With both Holiday and Bogdanovic, the Bucks were able to set up what is probably the best line-up in the league with Antetokounmpo, All-Star striker Khris Middleton and Center Brook Lopez. That group would have four shooters, four plus defenders, size, versatility, and a lot more fun than last year’s Bucks. Perhaps most importantly, the oldest member of this quintet was Lopez at 32. When the 25-year-old Antetokounmpo was in its prime, he was surrounded by proven players in a similar age group.

That plan was disbanded shortly after it became known last Monday that the Bucks had agreed to sign Bogdanovic, a restricted free agent, from the Sacramento Kings on a sign-and-trade deal. Such agreements were not legal until the free agency opened on Friday and prompted the NBA to open an investigation into possible tampering. Bogdanovic, a restricted free agent, agreed to an offer form with the Atlanta Hawks, leaving it up to the Bucks to save any backup plan at short notice.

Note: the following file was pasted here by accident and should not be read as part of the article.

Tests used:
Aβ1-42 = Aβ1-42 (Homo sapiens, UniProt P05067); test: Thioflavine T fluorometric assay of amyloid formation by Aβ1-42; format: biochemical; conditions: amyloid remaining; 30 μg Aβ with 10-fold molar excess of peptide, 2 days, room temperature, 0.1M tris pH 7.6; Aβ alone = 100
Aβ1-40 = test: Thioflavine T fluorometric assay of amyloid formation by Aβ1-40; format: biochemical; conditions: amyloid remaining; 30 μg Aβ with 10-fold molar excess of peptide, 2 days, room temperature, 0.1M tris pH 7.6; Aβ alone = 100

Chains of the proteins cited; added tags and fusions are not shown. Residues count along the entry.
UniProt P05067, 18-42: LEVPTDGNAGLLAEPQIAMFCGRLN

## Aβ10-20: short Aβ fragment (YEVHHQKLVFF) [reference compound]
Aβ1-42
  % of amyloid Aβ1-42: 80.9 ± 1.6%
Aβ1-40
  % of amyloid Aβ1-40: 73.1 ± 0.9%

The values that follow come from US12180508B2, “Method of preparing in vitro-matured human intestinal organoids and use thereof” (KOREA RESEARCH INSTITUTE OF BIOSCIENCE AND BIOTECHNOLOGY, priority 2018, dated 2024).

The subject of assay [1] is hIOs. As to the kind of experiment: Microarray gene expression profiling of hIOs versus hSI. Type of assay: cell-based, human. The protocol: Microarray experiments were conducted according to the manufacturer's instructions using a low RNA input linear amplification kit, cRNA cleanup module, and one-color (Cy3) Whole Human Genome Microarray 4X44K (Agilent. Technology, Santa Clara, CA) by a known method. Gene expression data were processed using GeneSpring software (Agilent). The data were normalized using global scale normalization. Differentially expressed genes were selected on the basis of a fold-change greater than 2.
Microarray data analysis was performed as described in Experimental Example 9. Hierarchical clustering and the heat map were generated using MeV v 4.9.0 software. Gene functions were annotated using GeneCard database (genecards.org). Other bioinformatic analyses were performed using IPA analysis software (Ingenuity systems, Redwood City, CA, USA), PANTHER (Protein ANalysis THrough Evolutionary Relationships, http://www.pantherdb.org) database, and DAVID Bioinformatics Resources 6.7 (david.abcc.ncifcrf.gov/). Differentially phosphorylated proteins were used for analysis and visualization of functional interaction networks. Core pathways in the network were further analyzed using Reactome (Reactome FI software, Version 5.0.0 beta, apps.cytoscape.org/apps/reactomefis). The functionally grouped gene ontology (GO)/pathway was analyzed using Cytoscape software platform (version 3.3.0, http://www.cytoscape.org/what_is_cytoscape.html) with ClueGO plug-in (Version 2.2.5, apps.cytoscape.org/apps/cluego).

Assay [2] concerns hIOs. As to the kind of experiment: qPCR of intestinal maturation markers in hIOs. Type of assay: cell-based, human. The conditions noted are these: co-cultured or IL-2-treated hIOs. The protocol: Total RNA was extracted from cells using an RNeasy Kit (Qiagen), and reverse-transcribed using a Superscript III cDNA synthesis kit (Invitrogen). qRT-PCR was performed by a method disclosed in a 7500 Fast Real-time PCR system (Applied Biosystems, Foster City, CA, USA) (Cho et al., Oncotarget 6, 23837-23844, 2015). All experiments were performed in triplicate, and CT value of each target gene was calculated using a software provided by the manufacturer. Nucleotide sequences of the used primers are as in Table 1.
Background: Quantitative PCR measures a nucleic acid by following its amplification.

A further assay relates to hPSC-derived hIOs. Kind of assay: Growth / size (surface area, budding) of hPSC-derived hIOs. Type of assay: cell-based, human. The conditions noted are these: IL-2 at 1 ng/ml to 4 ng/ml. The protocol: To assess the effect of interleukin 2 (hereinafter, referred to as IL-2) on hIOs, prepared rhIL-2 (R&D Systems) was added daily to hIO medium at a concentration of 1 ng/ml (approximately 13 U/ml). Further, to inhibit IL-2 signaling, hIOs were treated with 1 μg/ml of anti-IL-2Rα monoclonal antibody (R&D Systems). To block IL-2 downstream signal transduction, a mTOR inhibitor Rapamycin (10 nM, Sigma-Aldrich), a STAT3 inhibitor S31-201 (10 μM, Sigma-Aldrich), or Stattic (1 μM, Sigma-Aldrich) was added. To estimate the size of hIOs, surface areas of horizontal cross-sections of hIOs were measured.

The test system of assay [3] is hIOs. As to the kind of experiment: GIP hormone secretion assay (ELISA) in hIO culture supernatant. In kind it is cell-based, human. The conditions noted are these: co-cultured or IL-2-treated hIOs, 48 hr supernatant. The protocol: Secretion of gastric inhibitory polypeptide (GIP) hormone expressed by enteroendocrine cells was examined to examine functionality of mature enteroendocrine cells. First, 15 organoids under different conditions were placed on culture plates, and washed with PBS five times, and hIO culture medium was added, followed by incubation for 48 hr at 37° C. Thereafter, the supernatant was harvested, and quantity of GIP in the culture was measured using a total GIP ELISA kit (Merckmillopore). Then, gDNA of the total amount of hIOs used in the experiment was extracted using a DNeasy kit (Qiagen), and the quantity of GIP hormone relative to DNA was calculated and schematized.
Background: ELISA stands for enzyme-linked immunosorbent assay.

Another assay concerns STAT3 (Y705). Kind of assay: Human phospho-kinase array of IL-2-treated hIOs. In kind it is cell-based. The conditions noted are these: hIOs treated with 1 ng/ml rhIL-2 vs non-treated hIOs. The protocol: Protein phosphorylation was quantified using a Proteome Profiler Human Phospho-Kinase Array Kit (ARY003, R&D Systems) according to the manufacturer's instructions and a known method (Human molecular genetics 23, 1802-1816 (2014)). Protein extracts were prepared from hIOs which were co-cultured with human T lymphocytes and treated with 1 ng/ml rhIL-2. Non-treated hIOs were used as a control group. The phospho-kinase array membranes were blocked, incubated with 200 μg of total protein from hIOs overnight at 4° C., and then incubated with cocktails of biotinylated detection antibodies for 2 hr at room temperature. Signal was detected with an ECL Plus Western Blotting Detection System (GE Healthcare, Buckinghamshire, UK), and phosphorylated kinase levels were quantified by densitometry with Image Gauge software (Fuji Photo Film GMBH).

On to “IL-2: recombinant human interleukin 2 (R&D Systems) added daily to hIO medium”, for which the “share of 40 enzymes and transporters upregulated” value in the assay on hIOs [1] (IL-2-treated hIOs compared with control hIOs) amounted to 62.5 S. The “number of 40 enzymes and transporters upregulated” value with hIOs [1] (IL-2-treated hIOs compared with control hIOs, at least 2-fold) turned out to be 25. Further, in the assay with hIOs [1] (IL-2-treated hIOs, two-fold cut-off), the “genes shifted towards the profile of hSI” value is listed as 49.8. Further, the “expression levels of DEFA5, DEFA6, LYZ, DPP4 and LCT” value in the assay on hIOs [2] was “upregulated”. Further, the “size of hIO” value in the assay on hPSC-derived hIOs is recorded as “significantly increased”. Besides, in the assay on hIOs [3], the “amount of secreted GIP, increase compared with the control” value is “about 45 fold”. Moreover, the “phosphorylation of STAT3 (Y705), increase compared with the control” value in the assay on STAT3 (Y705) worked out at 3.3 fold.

Milwaukee filled its list with the signing of a collection of role-playing players: DJ Augustin, Bobby Portis, Bryn Forbes, and Torrey Craig. Neither came up with offensive contracts, but together they were a far cry from Bogdanovic, let alone the dazzling additions Antetokounmpos rivals have enjoyed in recent years.

How exactly the Bogdanovic deal came about is unclear, and it is sure to be the subject of hints and harsh emotions in the years to come. All that mattered for the money: Antetokounmpo will be stuck without Bogdanovic this year, just as he would be stuck last year without Malcolm Brogdon, who was traded to the Indiana Pacers. Milwaukee will start the season as one of the NBA’s top contenders but still has a huge line-up gap as the clock ticks on Antetokounmpo’s decision.